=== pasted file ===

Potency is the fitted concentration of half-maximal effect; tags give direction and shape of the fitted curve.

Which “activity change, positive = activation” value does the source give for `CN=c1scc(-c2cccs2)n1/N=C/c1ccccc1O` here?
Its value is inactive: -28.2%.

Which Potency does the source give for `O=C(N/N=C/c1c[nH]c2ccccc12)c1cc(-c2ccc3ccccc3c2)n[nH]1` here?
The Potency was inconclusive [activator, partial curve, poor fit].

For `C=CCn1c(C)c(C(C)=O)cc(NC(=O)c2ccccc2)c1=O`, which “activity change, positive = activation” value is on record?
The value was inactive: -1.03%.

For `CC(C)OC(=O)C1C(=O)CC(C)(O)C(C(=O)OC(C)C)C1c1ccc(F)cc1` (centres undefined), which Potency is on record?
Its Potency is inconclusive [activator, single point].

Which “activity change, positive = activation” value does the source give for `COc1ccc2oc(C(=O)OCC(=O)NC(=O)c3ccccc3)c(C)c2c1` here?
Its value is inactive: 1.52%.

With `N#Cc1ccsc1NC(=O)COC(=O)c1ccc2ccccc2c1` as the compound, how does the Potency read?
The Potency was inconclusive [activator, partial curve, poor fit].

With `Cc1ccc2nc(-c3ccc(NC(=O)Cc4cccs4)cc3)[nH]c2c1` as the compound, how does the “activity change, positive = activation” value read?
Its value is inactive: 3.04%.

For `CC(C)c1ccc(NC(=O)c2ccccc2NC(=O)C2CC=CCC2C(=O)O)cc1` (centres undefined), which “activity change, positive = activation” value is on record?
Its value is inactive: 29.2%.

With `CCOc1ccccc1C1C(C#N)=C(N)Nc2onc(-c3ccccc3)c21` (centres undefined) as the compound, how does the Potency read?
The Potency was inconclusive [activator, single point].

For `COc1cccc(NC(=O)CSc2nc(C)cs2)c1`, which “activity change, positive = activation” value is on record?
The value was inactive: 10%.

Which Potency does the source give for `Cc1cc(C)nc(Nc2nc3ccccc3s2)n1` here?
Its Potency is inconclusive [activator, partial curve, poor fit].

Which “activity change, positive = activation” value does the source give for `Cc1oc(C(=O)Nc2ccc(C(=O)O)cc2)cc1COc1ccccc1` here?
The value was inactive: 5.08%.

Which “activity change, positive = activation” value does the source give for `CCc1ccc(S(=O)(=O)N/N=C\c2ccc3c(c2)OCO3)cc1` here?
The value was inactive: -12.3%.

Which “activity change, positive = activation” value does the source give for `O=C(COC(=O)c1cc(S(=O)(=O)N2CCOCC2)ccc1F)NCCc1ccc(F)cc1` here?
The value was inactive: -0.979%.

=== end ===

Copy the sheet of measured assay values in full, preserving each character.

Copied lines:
Potency is the fitted concentration of half-maximal effect; tags give direction and shape of the fitted curve.

Which “activity change, positive = activation” value does the source give for `CN=c1scc(-c2cccs2)n1/N=C/c1ccccc1O` here?
Its value is inactive: -28.2%.

Which Potency does the source give for `O=C(N/N=C/c1c[nH]c2ccccc12)c1cc(-c2ccc3ccccc3c2)n[nH]1` here?
The Potency was inconclusive [activator, partial curve, poor fit].

For `C=CCn1c(C)c(C(C)=O)cc(NC(=O)c2ccccc2)c1=O`, which “activity change, positive = activation” value is on record?
The value was inactive: -1.03%.

For `CC(C)OC(=O)C1C(=O)CC(C)(O)C(C(=O)OC(C)C)C1c1ccc(F)cc1` (centres undefined), which Potency is on record?
Its Potency is inconclusive [activator, single point].

Which “activity change, positive = activation” value does the source give for `COc1ccc2oc(C(=O)OCC(=O)NC(=O)c3ccccc3)c(C)c2c1` here?
Its value is inactive: 1.52%.

With `N#Cc1ccsc1NC(=O)COC(=O)c1ccc2ccccc2c1` as the compound, how does the Potency read?
The Potency was inconclusive [activator, partial curve, poor fit].

With `Cc1ccc2nc(-c3ccc(NC(=O)Cc4cccs4)cc3)[nH]c2c1` as the compound, how does the “activity change, positive = activation” value read?
Its value is inactive: 3.04%.

For `CC(C)c1ccc(NC(=O)c2ccccc2NC(=O)C2CC=CCC2C(=O)O)cc1` (centres undefined), which “activity change, positive = activation” value is on record?
Its value is inactive: 29.2%.

With `CCOc1ccccc1C1C(C#N)=C(N)Nc2onc(-c3ccccc3)c21` (centres undefined) as the compound, how does the Potency read?
The Potency was inconclusive [activator, single point].

For `COc1cccc(NC(=O)CSc2nc(C)cs2)c1`, which “activity change, positive = activation” value is on record?
The value was inactive: 10%.

Which Potency does the source give for `Cc1cc(C)nc(Nc2nc3ccccc3s2)n1` here?
Its Potency is inconclusive [activator, partial curve, poor fit].

Which “activity change, positive = activation” value does the source give for `Cc1oc(C(=O)Nc2ccc(C(=O)O)cc2)cc1COc1ccccc1` here?
The value was inactive: 5.08%.

Which “activity change, positive = activation” value does the source give for `CCc1ccc(S(=O)(=O)N/N=C\c2ccc3c(c2)OCO3)cc1` here?
The value was inactive: -12.3%.

Which “activity change, positive = activation” value does the source give for `O=C(COC(=O)c1cc(S(=O)(=O)N2CCOCC2)ccc1F)NCCc1ccc(F)cc1` here?
The value was inactive: -0.979%.